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Reading as a Writer, Writing as a Reader

Barbara Bleiman reflects on the value of encouraging students to read like writers and write like readers - and in the process asks important questions about where learning occurs in the classroom.

At the NATE conference on the weekend, EMC ran a couple of workshops. The one I led with Lucy Webster, was about ‘Reading as a Writer, Writing as a Reader’, an idea that is very dear to our hearts. That simple pair of phrases has been used by writers and others in recent years to describe the process by which reading widely and deeply informs your writing, while trying to write yourself informs and enriches your response and ability to be analytical about texts. Two sides of a very precious coin!

In the workshop I mentioned a couple of writers who very neatly make the point about the impact of reading on writing. Stephen King is famously quoted as saying:

If you want to be a writer, you must do two things above all others: read a lot and write a lot.


If you don’t have the time to read, you don’t have the time (or the tools) to write.

And in a more developed way, the wonderfully aptly named writer Francine Prose says:

In the ongoing process of becoming a writer, I read and re-read the authors I most loved. I read for pleasure, first, but also more analytically, conscious of style, of diction, of how sentences were formed and information was being conveyed, how the writer was structuring a plot, creating characters, employing detail and dialogue. And as I wrote, I discovered that writing, like reading, was done one word at a time, one punctuation mark at a time. It required what a friend calls ‘putting every word on trial for its life.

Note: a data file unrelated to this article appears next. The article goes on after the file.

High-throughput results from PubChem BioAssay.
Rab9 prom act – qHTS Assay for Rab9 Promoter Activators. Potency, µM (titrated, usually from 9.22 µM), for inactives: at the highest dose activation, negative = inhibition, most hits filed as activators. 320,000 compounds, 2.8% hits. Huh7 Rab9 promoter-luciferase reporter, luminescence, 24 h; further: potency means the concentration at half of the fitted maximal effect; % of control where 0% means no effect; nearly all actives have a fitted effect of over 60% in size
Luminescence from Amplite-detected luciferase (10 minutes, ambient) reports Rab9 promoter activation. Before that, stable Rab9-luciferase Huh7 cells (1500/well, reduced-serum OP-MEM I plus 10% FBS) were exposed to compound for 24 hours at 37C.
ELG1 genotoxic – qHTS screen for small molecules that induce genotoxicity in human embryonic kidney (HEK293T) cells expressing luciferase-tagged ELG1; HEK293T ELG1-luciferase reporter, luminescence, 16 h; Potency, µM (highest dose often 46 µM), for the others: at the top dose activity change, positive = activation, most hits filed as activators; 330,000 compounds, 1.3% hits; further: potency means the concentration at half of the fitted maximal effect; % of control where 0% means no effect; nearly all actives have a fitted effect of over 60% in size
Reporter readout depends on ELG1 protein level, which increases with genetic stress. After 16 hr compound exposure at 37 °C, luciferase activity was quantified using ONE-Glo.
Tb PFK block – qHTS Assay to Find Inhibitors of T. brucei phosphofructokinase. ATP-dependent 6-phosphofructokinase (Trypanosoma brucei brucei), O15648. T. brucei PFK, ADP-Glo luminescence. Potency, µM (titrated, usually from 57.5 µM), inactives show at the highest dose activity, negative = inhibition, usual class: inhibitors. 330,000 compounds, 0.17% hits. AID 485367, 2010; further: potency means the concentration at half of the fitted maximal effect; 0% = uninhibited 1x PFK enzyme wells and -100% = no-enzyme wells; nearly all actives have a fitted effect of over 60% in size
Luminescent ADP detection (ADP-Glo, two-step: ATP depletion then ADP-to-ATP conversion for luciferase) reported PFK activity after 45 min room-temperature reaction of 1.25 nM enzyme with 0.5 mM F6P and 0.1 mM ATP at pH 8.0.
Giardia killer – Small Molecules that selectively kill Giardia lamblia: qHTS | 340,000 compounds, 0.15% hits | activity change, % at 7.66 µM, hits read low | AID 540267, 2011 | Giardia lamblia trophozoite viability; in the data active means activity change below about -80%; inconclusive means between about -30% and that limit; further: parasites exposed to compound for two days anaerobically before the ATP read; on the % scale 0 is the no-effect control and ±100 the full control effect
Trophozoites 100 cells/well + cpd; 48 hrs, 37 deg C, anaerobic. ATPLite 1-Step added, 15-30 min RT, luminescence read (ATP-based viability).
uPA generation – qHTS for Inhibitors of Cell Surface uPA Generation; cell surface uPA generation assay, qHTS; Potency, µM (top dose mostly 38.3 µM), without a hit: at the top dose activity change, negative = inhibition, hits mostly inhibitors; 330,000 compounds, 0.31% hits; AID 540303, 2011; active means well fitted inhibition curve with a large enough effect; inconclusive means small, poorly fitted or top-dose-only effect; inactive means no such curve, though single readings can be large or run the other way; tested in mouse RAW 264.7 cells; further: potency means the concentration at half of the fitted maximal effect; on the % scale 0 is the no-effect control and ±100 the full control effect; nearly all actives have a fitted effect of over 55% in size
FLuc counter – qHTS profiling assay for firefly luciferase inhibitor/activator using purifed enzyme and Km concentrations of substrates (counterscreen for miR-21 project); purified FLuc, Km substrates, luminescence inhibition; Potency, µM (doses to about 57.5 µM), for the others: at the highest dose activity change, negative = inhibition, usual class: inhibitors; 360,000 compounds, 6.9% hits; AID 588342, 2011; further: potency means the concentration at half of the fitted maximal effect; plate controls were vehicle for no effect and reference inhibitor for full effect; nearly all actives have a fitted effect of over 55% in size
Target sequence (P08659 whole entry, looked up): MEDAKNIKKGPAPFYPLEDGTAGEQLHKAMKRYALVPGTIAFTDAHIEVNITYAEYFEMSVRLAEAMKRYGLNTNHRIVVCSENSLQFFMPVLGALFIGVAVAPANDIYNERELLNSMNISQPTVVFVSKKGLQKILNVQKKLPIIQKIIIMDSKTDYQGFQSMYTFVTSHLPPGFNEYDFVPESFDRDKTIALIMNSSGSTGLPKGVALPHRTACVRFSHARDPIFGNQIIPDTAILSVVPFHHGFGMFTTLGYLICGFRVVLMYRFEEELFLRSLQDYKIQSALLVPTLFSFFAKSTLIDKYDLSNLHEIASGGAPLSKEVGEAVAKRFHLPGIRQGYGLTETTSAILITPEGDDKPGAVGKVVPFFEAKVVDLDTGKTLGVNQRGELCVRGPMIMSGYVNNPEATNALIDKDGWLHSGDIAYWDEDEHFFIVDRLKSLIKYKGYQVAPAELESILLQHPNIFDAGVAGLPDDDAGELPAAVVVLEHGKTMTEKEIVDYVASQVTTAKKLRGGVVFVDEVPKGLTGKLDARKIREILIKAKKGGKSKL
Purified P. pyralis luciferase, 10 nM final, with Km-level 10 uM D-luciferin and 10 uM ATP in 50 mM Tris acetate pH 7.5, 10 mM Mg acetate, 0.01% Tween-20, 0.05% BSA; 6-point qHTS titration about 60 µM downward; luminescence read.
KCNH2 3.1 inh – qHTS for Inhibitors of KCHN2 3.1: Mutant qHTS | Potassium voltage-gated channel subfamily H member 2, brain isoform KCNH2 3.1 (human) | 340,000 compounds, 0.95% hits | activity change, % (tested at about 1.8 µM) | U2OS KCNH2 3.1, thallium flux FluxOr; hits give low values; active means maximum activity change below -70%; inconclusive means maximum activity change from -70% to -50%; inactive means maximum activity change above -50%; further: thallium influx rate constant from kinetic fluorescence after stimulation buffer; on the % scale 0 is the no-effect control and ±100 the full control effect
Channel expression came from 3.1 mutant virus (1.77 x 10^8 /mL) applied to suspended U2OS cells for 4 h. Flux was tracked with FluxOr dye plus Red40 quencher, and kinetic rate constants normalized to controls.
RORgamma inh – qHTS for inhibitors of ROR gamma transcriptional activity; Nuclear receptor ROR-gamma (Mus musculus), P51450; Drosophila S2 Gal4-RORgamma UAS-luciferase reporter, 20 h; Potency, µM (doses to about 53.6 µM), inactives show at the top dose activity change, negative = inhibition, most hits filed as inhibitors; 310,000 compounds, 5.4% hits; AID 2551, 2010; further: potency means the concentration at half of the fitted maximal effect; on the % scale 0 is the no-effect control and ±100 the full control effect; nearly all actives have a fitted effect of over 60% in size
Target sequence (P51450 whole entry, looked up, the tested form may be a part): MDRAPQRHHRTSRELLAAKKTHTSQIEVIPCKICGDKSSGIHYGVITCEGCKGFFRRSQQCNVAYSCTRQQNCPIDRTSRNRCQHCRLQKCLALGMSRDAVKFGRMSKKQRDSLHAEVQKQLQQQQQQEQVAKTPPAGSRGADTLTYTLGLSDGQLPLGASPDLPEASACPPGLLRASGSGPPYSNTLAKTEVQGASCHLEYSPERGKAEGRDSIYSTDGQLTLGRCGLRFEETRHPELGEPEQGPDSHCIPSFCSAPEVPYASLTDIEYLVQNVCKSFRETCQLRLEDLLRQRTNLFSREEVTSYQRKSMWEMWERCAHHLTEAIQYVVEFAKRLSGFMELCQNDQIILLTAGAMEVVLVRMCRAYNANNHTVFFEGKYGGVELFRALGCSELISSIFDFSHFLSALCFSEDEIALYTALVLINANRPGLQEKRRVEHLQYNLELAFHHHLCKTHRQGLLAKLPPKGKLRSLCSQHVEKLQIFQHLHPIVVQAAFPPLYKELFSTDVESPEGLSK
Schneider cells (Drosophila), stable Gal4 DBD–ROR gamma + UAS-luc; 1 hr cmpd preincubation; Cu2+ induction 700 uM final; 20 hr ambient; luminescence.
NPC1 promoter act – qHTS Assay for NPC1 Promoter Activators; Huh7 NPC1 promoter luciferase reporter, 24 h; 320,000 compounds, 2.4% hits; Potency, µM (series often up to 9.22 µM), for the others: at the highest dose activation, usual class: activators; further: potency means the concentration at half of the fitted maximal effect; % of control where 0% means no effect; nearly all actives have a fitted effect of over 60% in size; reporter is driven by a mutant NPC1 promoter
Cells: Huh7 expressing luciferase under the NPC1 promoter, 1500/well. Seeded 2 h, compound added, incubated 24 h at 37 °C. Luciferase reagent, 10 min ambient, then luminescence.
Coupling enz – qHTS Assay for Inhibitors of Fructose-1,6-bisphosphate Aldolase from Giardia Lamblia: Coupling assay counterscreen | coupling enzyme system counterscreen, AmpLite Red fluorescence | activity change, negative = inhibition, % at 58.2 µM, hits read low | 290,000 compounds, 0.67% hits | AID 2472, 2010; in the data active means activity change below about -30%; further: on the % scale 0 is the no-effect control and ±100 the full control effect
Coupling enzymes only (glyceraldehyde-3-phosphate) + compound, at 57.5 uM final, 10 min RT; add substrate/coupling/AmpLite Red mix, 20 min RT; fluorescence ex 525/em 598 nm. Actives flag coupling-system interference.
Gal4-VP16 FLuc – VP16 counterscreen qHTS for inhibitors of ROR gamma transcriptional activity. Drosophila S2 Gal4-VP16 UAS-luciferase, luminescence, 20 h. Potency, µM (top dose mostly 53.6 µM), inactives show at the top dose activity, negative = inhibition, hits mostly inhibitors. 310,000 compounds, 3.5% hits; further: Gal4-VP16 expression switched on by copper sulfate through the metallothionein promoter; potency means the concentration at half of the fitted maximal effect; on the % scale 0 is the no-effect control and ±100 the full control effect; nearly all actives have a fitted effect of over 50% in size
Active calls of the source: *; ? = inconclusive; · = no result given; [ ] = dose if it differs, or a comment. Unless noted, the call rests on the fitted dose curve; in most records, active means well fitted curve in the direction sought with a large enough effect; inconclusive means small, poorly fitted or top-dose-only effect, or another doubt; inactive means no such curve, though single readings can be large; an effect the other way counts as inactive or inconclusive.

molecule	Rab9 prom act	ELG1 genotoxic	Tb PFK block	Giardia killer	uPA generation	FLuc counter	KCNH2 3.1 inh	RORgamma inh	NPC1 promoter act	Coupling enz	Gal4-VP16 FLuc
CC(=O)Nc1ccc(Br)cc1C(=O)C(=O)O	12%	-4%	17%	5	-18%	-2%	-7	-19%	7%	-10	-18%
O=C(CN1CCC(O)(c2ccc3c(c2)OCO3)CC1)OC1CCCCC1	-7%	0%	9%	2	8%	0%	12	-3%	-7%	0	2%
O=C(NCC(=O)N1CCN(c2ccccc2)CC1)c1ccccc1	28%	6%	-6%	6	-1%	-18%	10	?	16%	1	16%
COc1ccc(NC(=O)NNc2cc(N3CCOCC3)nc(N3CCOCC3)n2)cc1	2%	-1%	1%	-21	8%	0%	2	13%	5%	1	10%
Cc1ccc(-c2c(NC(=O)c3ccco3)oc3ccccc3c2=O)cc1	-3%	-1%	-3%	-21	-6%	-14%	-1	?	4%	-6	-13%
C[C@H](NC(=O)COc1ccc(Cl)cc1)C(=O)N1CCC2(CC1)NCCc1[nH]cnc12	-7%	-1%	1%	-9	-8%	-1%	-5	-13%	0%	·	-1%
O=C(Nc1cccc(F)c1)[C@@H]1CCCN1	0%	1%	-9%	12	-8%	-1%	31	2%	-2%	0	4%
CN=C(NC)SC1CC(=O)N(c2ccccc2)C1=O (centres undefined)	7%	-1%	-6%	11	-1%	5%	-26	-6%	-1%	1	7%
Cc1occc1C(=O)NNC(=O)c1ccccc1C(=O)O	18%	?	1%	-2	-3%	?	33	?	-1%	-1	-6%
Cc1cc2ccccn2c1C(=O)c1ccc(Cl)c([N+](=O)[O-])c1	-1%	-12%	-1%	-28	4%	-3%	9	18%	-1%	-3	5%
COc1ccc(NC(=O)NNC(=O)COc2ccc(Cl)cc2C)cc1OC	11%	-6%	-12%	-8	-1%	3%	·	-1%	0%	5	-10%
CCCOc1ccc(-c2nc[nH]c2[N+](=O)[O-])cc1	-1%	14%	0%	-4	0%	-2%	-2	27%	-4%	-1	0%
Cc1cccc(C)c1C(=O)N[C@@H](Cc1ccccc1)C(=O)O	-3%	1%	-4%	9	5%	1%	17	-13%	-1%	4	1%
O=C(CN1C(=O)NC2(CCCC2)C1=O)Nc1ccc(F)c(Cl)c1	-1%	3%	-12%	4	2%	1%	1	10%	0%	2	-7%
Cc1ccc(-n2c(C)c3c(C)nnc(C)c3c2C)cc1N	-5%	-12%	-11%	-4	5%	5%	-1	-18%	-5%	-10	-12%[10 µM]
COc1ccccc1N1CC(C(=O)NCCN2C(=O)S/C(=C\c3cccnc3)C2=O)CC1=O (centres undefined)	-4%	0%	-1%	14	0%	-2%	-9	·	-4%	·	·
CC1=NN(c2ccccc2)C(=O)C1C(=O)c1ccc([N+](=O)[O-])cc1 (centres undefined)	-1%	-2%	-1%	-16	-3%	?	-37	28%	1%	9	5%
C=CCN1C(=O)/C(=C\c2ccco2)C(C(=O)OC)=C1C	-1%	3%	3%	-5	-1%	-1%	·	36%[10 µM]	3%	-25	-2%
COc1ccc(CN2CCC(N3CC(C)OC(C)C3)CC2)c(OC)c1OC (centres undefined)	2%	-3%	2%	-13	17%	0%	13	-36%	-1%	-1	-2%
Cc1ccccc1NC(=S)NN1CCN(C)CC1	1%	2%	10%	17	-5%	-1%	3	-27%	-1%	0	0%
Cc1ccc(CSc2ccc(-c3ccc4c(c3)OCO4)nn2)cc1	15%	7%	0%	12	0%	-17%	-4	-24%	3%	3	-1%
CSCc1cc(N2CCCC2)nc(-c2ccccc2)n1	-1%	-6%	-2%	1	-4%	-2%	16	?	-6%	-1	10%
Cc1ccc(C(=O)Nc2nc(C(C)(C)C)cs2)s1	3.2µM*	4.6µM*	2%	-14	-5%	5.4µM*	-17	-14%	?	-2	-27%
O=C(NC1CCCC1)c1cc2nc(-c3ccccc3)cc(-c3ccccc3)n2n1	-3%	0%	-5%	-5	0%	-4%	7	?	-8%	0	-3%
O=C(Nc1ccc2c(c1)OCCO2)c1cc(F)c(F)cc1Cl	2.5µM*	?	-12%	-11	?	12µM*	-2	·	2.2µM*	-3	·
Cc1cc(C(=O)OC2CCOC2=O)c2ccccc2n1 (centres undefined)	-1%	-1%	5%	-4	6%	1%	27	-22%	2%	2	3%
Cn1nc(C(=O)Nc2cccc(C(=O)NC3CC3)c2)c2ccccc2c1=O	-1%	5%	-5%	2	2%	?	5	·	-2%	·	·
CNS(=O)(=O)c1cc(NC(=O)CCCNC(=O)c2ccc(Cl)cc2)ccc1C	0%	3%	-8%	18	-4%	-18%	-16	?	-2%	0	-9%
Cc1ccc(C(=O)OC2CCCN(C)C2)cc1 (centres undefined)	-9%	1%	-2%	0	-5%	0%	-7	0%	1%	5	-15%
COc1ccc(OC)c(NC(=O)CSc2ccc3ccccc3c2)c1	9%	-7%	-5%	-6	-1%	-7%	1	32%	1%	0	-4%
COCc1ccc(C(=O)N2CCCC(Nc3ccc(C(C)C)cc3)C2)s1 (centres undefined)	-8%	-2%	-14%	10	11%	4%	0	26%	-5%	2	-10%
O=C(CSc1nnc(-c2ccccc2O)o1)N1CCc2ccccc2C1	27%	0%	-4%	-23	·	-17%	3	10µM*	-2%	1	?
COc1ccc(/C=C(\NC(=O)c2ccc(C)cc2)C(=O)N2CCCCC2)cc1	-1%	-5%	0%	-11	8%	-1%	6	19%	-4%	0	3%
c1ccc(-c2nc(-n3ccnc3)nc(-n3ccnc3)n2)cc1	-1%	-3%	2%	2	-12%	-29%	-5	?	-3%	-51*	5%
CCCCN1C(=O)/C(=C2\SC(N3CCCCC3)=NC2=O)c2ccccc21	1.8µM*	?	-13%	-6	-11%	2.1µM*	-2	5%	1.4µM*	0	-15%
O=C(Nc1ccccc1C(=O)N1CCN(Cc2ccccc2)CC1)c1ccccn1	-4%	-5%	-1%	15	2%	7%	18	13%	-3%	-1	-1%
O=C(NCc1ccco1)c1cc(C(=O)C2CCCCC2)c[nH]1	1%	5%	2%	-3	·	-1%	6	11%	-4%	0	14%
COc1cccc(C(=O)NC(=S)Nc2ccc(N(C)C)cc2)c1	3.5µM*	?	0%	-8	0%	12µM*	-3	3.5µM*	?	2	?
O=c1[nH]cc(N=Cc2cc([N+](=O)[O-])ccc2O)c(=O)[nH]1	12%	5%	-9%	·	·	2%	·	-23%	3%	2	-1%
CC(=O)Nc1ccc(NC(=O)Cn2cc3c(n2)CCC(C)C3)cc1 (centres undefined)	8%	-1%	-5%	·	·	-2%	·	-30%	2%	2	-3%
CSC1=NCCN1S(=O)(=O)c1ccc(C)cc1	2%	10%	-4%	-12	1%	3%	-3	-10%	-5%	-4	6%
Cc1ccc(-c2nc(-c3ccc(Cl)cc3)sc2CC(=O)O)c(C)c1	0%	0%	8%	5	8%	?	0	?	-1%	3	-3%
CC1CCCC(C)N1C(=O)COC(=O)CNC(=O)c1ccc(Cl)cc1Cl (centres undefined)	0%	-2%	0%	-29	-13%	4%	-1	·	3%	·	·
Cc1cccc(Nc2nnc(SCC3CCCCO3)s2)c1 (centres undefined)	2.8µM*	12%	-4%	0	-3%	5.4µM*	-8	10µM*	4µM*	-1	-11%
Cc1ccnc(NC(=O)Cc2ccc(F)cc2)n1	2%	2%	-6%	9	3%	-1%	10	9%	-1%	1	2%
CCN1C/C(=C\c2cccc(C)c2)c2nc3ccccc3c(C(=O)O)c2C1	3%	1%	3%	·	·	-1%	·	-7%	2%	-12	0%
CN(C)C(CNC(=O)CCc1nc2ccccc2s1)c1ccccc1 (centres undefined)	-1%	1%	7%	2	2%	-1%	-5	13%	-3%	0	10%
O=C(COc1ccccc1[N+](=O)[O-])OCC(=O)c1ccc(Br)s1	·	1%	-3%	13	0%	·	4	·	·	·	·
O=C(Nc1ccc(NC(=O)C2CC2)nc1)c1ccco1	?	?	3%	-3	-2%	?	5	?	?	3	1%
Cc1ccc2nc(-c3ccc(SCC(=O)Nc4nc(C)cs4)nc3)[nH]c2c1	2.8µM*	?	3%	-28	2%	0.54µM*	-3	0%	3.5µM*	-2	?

A favourite poet of mine, Derek Walcott describes his own process of learning to write poetry as being like an apprenticeship, where you learn the tools of the trade by apprenticing yourself to the writers you admire, following their techniques and trying them out for yourself till you gradually find your own voice. He talks of starting off by imitating the exact forms of poems he admired, superimposing on those structures his own ideas.

These are published writers speaking and, obviously, in schools we’re dealing with children, not all of whom will become novelists or poets! However, the basic idea that reading and writing are not separate things still holds true, at whatever age or stage. At a very basic level, if you were asked to write a sentence, without ever having read a sentence, how would you know what’s expected? Or a haiku, without having read many haikus. If your teacher tells you to write the opening of a crime story but you’ve never read one, or even only one, how do you know what the conventions are and what choices are available to you? If you’ve just read Agatha Christie and nothing else, you may have a rather limited sense of what’s possible. Likewise, if you’re a KS3 or KS4 student and you’ve only ever read one first person narrative and that happens to be Curious Incident of the Dog in the Night-time, would you realise that, in your own autobiographical piece, or short story, you could use a retrospective adult voice, as in Jane Eyre, or To Kill a Mockingbird, or an angsty, funny, teenage voice, as in Catcher in the Rye? Offering a few openings of different kinds would extend your reading experience to show you what else you could do as a writer.